Student gov’t discusses simplifying grant apps

Brian Edwards

After complaints that the unwieldy process made applying difficult, a grant program that some professional students said lacked clarity will be amended this summer. 
 
Following the split of the Graduate and Professional Student Assembly, the new Professional Student Government is working to address the issues many students had with their grant program, which some students said was confusing and redundant.
 
The changes include creating and eliminating different grants along with constructing a new application, which the student government leaders hope will encourage more professional students to apply.
 
Jonathan Pin, grants secretary for PSG, said nearly one-third of students who would try to apply would run into problems with the grant application process.
 
Redundant application forms forced students to consult the government group for assistance in order to complete their application, he said.
 
Levi Long, a University of Minnesota-Duluth pharmacy student who leads a service learning project, was planning a weeklong trip that brought other pharmacy students to Mexico to help distribute medicine in villages.
 
Long applied for a $2,500 grant, and he said there were many times he needed help during the process.
 
“I had a student who had previously filled it out and was able to answer my questions,” he said. “Without someone to turn to, it would’ve been difficult.”
 
Long said the lengthy application didn’t have a save function, and he was forced to copy each section of the application into a separate document so he wouldn’t lose it.
 
The new grant application will be paperless, shorter and have a save feature, but applicants will still be held to the same requirements as before, said Kyle Kroll, president of PSG.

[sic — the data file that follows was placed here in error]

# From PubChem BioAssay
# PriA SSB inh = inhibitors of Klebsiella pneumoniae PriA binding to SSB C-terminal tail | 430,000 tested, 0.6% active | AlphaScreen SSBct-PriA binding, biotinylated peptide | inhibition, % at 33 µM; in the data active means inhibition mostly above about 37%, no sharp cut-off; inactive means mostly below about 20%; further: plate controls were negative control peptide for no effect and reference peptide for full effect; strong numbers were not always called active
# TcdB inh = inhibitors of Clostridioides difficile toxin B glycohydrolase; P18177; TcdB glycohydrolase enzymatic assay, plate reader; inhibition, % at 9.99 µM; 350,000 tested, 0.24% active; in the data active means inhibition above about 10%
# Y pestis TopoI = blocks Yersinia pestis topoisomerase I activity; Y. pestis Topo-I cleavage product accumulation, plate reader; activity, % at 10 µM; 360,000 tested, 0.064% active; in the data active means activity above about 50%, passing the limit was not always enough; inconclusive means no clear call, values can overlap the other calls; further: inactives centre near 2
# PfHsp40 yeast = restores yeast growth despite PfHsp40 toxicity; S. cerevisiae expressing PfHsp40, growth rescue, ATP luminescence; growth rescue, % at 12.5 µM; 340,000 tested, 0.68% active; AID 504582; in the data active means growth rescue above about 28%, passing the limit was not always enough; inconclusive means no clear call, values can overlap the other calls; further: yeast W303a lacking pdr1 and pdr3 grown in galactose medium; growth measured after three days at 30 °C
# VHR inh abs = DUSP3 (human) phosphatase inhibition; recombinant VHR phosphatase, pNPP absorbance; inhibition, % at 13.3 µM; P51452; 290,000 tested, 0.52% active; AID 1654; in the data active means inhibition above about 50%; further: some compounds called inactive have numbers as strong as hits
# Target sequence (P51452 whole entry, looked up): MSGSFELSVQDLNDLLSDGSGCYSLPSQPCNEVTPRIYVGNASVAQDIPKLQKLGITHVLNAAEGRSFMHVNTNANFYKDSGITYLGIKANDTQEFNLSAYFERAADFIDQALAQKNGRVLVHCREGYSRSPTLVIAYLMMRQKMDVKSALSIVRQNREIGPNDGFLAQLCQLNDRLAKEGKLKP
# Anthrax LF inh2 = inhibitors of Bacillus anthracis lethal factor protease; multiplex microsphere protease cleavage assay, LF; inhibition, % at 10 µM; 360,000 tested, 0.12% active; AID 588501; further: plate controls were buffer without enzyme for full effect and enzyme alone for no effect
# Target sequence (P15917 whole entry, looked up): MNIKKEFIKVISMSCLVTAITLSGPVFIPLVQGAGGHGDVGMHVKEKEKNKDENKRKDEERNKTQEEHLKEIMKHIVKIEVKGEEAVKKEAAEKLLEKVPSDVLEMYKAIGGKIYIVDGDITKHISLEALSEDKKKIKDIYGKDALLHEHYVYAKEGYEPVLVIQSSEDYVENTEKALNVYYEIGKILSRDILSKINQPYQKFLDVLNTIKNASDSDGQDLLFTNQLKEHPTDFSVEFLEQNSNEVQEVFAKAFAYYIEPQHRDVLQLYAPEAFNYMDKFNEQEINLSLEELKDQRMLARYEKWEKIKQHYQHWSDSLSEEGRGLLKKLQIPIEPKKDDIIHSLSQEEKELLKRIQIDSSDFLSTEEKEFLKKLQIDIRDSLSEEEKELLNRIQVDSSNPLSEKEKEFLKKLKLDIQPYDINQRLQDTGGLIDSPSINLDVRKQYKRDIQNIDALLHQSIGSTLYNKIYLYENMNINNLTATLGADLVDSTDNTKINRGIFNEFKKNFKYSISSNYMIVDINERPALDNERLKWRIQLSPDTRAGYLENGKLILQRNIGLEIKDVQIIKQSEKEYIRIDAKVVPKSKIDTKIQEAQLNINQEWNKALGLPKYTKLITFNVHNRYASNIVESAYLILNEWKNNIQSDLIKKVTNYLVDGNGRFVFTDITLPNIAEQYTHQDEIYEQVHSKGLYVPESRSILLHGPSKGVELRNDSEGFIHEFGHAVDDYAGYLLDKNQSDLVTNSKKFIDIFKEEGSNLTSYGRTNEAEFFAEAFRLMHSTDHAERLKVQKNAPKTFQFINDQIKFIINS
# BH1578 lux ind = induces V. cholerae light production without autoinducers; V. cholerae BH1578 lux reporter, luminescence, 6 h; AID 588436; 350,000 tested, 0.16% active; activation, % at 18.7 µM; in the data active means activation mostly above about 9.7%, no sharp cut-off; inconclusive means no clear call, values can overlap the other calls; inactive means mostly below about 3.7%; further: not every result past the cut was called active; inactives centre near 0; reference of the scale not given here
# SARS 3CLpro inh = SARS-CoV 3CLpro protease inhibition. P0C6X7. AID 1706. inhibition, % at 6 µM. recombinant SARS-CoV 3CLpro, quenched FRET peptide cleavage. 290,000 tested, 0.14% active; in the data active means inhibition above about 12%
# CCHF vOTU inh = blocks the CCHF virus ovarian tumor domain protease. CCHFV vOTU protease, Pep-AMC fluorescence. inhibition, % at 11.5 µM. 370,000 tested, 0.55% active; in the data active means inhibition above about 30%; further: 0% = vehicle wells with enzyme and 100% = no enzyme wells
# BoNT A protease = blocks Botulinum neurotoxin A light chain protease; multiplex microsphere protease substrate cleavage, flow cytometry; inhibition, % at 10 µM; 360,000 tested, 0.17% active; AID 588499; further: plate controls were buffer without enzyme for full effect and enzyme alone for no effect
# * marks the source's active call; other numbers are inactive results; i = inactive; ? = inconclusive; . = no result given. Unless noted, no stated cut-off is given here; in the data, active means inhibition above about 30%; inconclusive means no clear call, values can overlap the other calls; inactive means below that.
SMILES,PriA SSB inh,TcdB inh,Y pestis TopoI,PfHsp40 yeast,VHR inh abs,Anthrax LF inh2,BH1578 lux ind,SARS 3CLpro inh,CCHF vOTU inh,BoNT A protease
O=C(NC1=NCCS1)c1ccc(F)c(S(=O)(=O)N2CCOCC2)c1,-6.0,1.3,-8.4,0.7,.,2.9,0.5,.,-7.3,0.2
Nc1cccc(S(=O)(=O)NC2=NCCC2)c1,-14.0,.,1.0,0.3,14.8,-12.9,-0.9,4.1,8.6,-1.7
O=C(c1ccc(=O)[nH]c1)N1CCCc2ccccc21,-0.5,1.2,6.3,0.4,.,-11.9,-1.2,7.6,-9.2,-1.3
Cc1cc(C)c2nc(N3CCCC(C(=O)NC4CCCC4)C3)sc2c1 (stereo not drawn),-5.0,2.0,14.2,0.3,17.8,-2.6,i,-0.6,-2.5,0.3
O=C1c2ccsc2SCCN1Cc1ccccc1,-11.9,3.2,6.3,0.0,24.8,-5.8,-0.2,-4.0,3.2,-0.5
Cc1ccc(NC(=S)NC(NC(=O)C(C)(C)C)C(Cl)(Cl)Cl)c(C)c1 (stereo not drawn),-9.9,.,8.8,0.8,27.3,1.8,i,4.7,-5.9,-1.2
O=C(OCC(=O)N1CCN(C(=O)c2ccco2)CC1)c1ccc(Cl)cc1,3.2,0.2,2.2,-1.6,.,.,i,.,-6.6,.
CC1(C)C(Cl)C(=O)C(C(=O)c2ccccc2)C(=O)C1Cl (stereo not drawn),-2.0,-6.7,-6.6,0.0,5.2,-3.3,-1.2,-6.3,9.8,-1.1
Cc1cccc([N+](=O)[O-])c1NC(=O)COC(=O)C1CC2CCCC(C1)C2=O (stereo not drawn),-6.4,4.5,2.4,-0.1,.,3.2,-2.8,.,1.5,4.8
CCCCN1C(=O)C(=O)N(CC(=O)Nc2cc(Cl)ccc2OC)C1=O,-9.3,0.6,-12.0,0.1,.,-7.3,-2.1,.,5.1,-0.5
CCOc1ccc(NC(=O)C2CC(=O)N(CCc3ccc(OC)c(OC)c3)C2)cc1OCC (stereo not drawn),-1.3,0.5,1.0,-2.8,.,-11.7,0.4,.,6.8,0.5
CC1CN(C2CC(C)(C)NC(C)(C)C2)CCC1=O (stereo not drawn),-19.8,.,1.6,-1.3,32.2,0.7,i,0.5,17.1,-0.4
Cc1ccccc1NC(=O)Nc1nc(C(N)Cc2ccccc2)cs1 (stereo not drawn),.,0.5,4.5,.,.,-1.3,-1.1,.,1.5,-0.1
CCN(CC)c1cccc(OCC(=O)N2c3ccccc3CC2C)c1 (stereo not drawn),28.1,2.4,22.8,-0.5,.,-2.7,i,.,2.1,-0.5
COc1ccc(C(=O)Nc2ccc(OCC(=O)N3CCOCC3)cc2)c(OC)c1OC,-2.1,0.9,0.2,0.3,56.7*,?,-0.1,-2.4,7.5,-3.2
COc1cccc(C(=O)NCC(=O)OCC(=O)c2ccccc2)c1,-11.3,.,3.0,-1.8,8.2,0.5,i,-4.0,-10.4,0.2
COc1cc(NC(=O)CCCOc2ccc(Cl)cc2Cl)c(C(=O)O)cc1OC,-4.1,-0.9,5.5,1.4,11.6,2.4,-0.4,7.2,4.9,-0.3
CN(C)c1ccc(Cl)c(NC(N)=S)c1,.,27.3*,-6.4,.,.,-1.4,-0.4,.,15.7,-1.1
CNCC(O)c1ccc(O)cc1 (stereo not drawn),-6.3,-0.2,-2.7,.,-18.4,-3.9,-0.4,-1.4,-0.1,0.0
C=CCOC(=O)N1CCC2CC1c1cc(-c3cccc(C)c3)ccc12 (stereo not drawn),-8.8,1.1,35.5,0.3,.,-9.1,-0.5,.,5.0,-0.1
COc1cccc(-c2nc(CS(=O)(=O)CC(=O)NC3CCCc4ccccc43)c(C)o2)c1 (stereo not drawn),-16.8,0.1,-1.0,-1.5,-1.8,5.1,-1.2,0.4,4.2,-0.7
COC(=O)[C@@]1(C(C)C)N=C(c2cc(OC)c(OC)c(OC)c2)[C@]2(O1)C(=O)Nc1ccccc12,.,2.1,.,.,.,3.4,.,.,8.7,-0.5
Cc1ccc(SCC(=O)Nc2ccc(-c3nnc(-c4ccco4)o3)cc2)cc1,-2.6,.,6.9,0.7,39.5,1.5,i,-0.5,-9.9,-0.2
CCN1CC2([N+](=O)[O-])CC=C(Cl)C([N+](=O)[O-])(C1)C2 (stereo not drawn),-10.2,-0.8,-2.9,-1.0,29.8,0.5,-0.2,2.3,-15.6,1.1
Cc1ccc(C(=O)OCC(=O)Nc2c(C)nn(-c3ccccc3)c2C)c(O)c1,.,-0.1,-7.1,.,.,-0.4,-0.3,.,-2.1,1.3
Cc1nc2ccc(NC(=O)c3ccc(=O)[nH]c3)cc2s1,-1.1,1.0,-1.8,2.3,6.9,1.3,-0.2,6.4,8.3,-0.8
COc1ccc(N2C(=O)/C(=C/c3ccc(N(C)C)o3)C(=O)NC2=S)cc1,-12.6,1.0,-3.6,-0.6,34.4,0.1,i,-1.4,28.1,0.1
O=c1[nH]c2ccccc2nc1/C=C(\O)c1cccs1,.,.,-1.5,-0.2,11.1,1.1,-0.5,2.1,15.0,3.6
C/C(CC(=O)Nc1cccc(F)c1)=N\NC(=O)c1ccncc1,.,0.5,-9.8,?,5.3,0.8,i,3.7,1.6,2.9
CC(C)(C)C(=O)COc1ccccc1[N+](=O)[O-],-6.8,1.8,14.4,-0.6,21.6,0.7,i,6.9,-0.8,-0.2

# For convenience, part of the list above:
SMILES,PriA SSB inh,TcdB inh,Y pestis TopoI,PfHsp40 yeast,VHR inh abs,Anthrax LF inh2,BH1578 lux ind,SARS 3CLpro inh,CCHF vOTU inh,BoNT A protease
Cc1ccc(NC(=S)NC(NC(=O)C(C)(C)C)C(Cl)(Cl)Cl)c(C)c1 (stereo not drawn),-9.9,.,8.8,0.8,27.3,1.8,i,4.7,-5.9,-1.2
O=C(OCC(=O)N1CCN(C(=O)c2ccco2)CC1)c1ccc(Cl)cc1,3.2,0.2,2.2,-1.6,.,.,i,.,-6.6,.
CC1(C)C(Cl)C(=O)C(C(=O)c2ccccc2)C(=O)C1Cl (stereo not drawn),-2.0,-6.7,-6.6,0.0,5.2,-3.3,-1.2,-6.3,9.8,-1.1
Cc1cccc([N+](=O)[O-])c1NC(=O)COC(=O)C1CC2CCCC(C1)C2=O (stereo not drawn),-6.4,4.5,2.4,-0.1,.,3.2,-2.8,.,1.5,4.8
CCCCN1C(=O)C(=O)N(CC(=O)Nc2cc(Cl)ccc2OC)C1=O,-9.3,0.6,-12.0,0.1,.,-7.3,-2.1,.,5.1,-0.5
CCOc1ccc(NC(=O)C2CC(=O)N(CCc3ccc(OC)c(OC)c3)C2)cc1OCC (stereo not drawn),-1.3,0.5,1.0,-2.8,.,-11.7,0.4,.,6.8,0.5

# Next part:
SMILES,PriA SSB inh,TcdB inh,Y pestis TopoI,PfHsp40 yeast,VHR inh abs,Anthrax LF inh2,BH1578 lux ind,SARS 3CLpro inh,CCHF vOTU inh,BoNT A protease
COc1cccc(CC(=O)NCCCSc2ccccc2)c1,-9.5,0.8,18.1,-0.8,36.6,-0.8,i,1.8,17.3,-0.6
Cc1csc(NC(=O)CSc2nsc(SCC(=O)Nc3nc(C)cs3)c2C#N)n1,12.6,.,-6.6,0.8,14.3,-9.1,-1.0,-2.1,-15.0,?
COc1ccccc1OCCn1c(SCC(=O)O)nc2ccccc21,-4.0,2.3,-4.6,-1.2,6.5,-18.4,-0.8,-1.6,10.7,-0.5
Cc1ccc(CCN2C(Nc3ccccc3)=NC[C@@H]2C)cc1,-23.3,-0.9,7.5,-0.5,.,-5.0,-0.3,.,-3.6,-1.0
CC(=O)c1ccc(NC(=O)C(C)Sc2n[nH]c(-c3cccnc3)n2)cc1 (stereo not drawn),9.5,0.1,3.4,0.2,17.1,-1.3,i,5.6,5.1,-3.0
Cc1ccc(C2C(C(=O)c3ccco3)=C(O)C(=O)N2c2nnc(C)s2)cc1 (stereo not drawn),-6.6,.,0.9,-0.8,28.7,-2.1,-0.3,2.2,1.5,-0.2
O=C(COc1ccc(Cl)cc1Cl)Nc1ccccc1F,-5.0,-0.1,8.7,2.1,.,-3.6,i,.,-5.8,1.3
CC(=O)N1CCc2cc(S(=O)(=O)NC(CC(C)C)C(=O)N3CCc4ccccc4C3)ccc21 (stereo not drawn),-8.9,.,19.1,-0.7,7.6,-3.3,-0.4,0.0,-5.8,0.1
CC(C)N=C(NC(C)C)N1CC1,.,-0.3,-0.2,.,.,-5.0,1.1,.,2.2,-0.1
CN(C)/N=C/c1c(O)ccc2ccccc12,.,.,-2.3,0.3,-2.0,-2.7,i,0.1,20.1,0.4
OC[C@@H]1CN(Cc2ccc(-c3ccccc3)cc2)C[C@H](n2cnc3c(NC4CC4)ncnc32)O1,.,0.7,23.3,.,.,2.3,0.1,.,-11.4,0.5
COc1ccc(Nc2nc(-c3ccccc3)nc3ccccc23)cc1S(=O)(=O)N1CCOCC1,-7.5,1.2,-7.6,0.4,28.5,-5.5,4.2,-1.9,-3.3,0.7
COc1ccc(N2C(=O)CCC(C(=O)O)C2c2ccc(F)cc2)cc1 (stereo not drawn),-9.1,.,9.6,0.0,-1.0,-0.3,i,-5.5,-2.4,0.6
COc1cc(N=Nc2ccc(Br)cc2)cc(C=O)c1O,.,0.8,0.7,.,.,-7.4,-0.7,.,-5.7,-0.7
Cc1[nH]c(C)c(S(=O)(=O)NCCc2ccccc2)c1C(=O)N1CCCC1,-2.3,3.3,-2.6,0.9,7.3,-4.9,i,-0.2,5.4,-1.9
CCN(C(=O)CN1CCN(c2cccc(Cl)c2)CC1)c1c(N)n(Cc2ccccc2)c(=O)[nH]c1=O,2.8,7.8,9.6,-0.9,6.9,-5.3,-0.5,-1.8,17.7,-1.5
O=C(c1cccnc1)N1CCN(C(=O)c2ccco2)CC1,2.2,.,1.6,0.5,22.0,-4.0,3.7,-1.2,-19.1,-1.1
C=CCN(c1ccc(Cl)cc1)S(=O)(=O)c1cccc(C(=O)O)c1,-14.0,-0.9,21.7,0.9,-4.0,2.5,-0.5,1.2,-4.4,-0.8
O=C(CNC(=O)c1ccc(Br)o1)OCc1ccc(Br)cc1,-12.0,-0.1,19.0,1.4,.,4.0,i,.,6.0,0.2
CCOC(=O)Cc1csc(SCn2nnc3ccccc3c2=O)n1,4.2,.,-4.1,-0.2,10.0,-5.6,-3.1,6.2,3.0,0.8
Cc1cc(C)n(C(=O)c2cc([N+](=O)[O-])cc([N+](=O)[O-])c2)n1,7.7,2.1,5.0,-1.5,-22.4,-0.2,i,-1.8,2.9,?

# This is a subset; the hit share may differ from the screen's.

The scholarly travel and professional development grants, which fund trips to academic events like conferences, will be consolidated to avoid needless paperwork, Pin said.
 
Students apply for the former if they are traveling to present research and apply for professional development grants if they are traveling to the same event but aren’t presenting, Pin said.
 
Another grant will roll out to encourage different types of professional students — like medical and law students — to collaborate, which hasn’t frequently happened in the past, Pin said.
 
“Our goal for these changes is to make the process as straightforward as possible,” Pin said. 
 
PSG plans to discuss the changes this month and finalize them by the fall, Kroll said. Leaders will also field input from students about how the program is working for them.
 
Kroll said next school year, PSG is hoping to continue working on solving issues that can hinder students’ work, like the former grant process.
 
“This year is about better supporting councils and professional students in their work rather than advocating for certain causes,” he said.
 
Long said drawing attention to each step of the grant process would cut down on much of the confusion that surrounds the program and ultimately benefit many professional students.
 
“First-year professional students are bombarded with many different acronyms,” he said. “Once people know about this program and it is more available, I think that it will be extremely helpful.”